PD: There are many people in the world who have suffered amputations or disabling conditions, who had nothing to do with the bombing. We wanted it to be a tool for all of those kids, adults and family. Secondly, for us, the powerful story is everything that has happened after the explosions took place – the responses of love and companionship.

What did you get from the creative process of writing the book?

JK: We wrote the book while we were full time hospital patients. I was having surgery after surgery. It was a long, gruelling time when I felt like I was never going to get better and everything was going wrong. And the book was light and fun and playful.

I’m a nurse so I was very focussed on it being medically correct and Patrick came at it with a difference lens from his psychology training. He used that expertise and experience to think about what kind of words to use. We have different strengths and to collaborate was really fun.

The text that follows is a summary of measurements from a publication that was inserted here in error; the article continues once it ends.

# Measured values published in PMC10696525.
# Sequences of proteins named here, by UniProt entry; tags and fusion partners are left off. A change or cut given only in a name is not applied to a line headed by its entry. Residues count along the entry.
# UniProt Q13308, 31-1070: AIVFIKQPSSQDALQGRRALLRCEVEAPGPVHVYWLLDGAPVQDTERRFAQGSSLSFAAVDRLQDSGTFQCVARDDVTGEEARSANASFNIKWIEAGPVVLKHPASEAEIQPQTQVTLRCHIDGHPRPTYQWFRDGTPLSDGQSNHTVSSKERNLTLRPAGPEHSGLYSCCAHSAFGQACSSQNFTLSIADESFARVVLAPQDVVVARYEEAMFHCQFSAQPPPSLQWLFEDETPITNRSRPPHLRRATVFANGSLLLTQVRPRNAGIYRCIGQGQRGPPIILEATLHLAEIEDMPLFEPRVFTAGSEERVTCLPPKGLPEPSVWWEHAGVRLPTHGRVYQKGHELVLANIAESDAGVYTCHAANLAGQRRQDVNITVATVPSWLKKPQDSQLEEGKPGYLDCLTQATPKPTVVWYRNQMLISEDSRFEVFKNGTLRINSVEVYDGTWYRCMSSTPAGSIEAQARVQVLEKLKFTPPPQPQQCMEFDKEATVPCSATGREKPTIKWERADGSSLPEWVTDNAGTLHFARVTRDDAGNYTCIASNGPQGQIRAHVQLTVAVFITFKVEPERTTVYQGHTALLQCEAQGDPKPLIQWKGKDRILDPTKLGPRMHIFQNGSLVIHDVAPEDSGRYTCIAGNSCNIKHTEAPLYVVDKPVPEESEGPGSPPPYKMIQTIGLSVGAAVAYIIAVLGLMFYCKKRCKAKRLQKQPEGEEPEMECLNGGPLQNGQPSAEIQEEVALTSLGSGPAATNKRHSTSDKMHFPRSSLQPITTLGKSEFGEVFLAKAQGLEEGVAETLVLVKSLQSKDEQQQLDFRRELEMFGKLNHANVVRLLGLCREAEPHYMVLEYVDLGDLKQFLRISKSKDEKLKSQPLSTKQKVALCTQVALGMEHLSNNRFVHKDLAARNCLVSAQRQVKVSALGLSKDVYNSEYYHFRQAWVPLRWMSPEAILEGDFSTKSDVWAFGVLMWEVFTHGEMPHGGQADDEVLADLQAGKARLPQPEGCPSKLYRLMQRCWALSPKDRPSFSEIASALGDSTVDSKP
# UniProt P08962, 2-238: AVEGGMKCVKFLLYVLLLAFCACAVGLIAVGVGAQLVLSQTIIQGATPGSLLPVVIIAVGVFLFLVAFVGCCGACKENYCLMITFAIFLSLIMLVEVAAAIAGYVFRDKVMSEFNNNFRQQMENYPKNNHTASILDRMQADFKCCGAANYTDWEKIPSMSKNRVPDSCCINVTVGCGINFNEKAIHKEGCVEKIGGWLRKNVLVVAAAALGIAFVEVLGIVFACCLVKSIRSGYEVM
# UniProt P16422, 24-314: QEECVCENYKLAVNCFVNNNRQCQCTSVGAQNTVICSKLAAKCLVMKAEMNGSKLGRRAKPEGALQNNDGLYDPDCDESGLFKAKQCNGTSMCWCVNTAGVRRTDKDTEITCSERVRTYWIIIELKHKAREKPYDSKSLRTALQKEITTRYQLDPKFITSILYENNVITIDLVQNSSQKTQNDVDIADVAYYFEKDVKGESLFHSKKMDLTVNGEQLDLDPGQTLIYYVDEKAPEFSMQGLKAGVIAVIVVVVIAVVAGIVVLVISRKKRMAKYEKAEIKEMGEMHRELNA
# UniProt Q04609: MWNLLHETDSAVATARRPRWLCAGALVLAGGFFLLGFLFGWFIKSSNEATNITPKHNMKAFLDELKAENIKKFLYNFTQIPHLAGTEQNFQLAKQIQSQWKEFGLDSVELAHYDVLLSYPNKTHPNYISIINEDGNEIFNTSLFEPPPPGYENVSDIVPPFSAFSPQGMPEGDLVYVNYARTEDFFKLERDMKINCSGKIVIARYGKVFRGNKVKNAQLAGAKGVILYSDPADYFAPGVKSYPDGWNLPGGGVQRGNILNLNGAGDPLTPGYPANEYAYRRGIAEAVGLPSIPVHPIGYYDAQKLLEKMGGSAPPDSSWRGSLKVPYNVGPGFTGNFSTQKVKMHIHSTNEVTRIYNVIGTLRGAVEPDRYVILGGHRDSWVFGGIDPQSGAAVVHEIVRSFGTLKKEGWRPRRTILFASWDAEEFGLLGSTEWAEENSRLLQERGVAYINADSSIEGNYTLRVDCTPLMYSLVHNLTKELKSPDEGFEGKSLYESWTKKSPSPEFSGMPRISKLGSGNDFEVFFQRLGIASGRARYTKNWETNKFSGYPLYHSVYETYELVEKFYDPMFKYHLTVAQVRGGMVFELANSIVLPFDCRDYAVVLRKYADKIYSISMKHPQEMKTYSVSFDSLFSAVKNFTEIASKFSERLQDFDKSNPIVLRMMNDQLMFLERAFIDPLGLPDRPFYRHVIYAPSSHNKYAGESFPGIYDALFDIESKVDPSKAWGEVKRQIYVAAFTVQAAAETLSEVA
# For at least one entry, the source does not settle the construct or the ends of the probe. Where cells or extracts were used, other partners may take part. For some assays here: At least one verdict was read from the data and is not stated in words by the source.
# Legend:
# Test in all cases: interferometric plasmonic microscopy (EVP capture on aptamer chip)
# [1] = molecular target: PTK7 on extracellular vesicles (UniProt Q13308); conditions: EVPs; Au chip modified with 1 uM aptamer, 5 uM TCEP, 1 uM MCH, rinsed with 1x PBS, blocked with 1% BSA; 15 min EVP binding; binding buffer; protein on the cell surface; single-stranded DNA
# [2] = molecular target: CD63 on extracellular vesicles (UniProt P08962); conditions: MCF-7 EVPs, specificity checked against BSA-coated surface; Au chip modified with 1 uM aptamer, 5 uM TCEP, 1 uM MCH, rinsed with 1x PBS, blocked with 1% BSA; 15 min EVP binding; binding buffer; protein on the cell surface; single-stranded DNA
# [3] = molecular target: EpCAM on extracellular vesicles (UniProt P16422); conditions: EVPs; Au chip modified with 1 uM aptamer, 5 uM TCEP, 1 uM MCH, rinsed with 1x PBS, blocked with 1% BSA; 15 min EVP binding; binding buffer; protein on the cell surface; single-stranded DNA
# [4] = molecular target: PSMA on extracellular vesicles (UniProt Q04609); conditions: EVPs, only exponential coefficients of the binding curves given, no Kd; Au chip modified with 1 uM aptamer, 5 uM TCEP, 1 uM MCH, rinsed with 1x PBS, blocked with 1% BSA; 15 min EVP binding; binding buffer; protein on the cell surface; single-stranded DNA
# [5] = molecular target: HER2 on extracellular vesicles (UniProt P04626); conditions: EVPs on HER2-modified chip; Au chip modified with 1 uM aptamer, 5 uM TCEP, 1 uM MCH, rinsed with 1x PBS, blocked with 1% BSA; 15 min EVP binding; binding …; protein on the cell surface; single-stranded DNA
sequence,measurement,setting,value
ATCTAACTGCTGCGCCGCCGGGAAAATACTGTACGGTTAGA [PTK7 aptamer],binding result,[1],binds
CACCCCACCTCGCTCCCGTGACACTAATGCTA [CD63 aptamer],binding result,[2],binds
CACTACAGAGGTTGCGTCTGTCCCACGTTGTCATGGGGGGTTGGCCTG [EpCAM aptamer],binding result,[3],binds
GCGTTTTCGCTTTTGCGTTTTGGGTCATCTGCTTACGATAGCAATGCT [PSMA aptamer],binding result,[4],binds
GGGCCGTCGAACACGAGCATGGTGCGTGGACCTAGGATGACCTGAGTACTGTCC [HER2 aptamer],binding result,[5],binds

My favourite part was personifying Rescue, to have him have thoughts and fears and worries, all these human feelings.

The book has just been published in the USA and UK. How did you feel holding it for the first time and seeing it on sale?

PD: It was very empowering for us. It made us smile and we are so proud of the way it looks and the themes in it.

JK: It was exciting the first time we got to see it but it doesn’t compare to all our friends and family sending us videos and pictures of their little ones holding and reading it. I don’t have words to describe it.

Rescue & Jessica: A Life-Changing Friendship by Jessica Kensky and Patrick Downes, illustrated by Scott Magoon, is out now. £7.99 (paperback), Walker Books